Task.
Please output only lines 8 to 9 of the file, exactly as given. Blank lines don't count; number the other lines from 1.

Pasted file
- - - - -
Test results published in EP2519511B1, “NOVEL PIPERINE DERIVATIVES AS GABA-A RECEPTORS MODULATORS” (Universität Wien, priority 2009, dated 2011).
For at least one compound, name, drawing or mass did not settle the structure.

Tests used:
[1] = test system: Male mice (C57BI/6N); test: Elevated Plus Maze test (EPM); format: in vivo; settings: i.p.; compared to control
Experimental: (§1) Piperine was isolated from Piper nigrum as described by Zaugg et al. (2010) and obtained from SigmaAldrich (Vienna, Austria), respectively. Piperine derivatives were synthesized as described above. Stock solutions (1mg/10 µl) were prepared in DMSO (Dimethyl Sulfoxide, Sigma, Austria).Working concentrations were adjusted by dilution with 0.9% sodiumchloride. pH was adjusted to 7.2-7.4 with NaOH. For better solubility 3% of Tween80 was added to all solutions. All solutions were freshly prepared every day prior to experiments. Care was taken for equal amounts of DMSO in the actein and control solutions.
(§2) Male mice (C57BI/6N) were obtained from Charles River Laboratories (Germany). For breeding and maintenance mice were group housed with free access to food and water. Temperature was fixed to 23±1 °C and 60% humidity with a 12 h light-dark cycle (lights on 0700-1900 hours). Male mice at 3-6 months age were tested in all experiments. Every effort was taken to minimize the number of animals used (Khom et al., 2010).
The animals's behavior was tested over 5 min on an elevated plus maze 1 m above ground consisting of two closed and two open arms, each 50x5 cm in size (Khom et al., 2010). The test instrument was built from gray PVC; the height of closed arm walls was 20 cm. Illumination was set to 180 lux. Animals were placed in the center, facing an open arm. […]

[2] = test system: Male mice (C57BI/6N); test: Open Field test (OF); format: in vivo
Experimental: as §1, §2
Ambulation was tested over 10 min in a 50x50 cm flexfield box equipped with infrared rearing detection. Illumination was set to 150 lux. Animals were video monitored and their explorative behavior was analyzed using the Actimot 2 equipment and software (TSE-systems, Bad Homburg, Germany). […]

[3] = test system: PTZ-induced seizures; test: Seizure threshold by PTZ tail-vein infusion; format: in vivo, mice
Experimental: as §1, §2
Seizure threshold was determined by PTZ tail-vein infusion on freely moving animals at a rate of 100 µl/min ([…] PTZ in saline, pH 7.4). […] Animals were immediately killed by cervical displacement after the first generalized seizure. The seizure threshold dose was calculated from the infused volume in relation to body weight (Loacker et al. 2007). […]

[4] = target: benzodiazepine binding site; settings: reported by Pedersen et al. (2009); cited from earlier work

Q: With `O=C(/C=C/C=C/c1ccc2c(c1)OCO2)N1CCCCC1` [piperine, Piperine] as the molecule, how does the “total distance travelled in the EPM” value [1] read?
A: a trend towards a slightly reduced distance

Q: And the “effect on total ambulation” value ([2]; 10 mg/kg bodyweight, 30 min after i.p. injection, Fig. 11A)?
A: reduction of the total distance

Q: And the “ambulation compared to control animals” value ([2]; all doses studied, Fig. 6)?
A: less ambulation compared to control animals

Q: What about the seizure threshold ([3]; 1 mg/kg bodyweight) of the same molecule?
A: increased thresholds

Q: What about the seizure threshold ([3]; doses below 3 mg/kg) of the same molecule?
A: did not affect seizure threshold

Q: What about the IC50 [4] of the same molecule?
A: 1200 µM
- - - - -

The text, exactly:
[2] = test system: Male mice (C57BI/6N); test: Open Field test (OF); format: in vivo
Experimental: as §1, §2